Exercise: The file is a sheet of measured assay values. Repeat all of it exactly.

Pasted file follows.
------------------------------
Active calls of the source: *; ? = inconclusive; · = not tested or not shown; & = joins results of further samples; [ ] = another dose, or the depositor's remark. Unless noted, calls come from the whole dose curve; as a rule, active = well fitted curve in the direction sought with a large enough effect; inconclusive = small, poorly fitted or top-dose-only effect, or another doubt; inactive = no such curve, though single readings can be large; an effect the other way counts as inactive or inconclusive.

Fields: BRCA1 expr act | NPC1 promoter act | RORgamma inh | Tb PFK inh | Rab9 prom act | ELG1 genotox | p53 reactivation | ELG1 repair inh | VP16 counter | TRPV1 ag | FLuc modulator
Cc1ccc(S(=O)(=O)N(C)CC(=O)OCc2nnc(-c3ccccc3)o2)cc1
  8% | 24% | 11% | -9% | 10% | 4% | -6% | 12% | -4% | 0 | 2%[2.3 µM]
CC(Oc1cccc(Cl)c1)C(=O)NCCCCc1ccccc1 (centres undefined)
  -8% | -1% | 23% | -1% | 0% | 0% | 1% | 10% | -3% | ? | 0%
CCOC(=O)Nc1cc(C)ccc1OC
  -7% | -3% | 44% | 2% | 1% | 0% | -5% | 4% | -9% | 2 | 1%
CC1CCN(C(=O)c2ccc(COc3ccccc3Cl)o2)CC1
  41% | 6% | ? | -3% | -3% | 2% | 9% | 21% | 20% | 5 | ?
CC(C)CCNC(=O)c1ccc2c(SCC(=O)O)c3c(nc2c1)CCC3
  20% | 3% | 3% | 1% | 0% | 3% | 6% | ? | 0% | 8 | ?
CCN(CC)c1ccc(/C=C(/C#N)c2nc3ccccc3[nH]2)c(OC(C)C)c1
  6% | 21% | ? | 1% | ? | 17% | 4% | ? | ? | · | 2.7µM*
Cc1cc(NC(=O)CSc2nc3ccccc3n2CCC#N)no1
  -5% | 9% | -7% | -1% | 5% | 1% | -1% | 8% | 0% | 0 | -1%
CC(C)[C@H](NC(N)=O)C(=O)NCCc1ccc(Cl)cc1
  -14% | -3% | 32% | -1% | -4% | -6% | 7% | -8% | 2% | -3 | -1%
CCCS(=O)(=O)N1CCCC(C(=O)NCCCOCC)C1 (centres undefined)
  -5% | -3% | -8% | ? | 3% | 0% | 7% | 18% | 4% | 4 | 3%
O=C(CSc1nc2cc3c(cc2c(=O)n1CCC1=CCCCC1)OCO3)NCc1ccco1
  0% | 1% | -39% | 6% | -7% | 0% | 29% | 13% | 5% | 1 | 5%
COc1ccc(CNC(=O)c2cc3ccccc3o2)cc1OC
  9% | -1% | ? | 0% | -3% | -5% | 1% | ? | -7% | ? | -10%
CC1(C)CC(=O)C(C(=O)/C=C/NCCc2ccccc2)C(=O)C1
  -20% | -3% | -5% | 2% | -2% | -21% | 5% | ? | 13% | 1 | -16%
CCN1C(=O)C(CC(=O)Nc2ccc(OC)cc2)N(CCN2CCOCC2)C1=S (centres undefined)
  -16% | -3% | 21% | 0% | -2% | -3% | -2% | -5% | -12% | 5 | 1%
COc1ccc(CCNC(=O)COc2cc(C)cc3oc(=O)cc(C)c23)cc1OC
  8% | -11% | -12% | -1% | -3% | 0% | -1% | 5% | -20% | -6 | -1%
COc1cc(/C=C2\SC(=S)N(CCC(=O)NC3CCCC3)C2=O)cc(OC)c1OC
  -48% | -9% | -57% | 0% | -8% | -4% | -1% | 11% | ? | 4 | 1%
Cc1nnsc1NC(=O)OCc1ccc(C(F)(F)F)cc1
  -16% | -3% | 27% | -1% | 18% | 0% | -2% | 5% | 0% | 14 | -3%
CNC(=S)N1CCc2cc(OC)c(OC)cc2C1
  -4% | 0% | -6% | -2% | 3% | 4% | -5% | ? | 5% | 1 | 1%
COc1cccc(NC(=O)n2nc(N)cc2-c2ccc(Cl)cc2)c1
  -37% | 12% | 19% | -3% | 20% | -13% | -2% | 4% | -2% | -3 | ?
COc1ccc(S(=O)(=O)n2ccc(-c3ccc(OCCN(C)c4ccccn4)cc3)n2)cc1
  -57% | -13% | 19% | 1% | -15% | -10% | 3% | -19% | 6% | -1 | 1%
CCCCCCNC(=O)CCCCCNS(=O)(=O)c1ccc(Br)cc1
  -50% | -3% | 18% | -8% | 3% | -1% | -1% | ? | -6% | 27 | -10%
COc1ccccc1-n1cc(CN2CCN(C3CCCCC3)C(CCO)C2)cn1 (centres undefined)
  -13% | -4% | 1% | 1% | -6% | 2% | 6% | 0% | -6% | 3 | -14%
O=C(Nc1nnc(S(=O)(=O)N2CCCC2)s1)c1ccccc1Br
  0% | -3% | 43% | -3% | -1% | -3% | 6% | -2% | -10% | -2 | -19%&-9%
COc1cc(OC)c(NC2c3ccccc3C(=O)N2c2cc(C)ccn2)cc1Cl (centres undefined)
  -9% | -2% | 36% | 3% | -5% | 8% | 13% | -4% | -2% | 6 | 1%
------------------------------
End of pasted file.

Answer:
Active calls of the source: *; ? = inconclusive; · = not tested or not shown; & = joins results of further samples; [ ] = another dose, or the depositor's remark. Unless noted, calls come from the whole dose curve; as a rule, active = well fitted curve in the direction sought with a large enough effect; inconclusive = small, poorly fitted or top-dose-only effect, or another doubt; inactive = no such curve, though single readings can be large; an effect the other way counts as inactive or inconclusive.

Fields: BRCA1 expr act | NPC1 promoter act | RORgamma inh | Tb PFK inh | Rab9 prom act | ELG1 genotox | p53 reactivation | ELG1 repair inh | VP16 counter | TRPV1 ag | FLuc modulator
Cc1ccc(S(=O)(=O)N(C)CC(=O)OCc2nnc(-c3ccccc3)o2)cc1
  8% | 24% | 11% | -9% | 10% | 4% | -6% | 12% | -4% | 0 | 2%[2.3 µM]
CC(Oc1cccc(Cl)c1)C(=O)NCCCCc1ccccc1 (centres undefined)
  -8% | -1% | 23% | -1% | 0% | 0% | 1% | 10% | -3% | ? | 0%
CCOC(=O)Nc1cc(C)ccc1OC
  -7% | -3% | 44% | 2% | 1% | 0% | -5% | 4% | -9% | 2 | 1%
CC1CCN(C(=O)c2ccc(COc3ccccc3Cl)o2)CC1
  41% | 6% | ? | -3% | -3% | 2% | 9% | 21% | 20% | 5 | ?
CC(C)CCNC(=O)c1ccc2c(SCC(=O)O)c3c(nc2c1)CCC3
  20% | 3% | 3% | 1% | 0% | 3% | 6% | ? | 0% | 8 | ?
CCN(CC)c1ccc(/C=C(/C#N)c2nc3ccccc3[nH]2)c(OC(C)C)c1
  6% | 21% | ? | 1% | ? | 17% | 4% | ? | ? | · | 2.7µM*
Cc1cc(NC(=O)CSc2nc3ccccc3n2CCC#N)no1
  -5% | 9% | -7% | -1% | 5% | 1% | -1% | 8% | 0% | 0 | -1%
CC(C)[C@H](NC(N)=O)C(=O)NCCc1ccc(Cl)cc1
  -14% | -3% | 32% | -1% | -4% | -6% | 7% | -8% | 2% | -3 | -1%
CCCS(=O)(=O)N1CCCC(C(=O)NCCCOCC)C1 (centres undefined)
  -5% | -3% | -8% | ? | 3% | 0% | 7% | 18% | 4% | 4 | 3%
O=C(CSc1nc2cc3c(cc2c(=O)n1CCC1=CCCCC1)OCO3)NCc1ccco1
  0% | 1% | -39% | 6% | -7% | 0% | 29% | 13% | 5% | 1 | 5%
COc1ccc(CNC(=O)c2cc3ccccc3o2)cc1OC
  9% | -1% | ? | 0% | -3% | -5% | 1% | ? | -7% | ? | -10%
CC1(C)CC(=O)C(C(=O)/C=C/NCCc2ccccc2)C(=O)C1
  -20% | -3% | -5% | 2% | -2% | -21% | 5% | ? | 13% | 1 | -16%
CCN1C(=O)C(CC(=O)Nc2ccc(OC)cc2)N(CCN2CCOCC2)C1=S (centres undefined)
  -16% | -3% | 21% | 0% | -2% | -3% | -2% | -5% | -12% | 5 | 1%
COc1ccc(CCNC(=O)COc2cc(C)cc3oc(=O)cc(C)c23)cc1OC
  8% | -11% | -12% | -1% | -3% | 0% | -1% | 5% | -20% | -6 | -1%
COc1cc(/C=C2\SC(=S)N(CCC(=O)NC3CCCC3)C2=O)cc(OC)c1OC
  -48% | -9% | -57% | 0% | -8% | -4% | -1% | 11% | ? | 4 | 1%
Cc1nnsc1NC(=O)OCc1ccc(C(F)(F)F)cc1
  -16% | -3% | 27% | -1% | 18% | 0% | -2% | 5% | 0% | 14 | -3%
CNC(=S)N1CCc2cc(OC)c(OC)cc2C1
  -4% | 0% | -6% | -2% | 3% | 4% | -5% | ? | 5% | 1 | 1%
COc1cccc(NC(=O)n2nc(N)cc2-c2ccc(Cl)cc2)c1
  -37% | 12% | 19% | -3% | 20% | -13% | -2% | 4% | -2% | -3 | ?
COc1ccc(S(=O)(=O)n2ccc(-c3ccc(OCCN(C)c4ccccn4)cc3)n2)cc1
  -57% | -13% | 19% | 1% | -15% | -10% | 3% | -19% | 6% | -1 | 1%
CCCCCCNC(=O)CCCCCNS(=O)(=O)c1ccc(Br)cc1
  -50% | -3% | 18% | -8% | 3% | -1% | -1% | ? | -6% | 27 | -10%
COc1ccccc1-n1cc(CN2CCN(C3CCCCC3)C(CCO)C2)cn1 (centres undefined)
  -13% | -4% | 1% | 1% | -6% | 2% | 6% | 0% | -6% | 3 | -14%
O=C(Nc1nnc(S(=O)(=O)N2CCCC2)s1)c1ccccc1Br
  0% | -3% | 43% | -3% | -1% | -3% | 6% | -2% | -10% | -2 | -19%&-9%
COc1cc(OC)c(NC2c3ccccc3C(=O)N2c2cc(C)ccn2)cc1Cl (centres undefined)
  -9% | -2% | 36% | 3% | -5% | 8% | 13% | -4% | -2% | 6 | 1%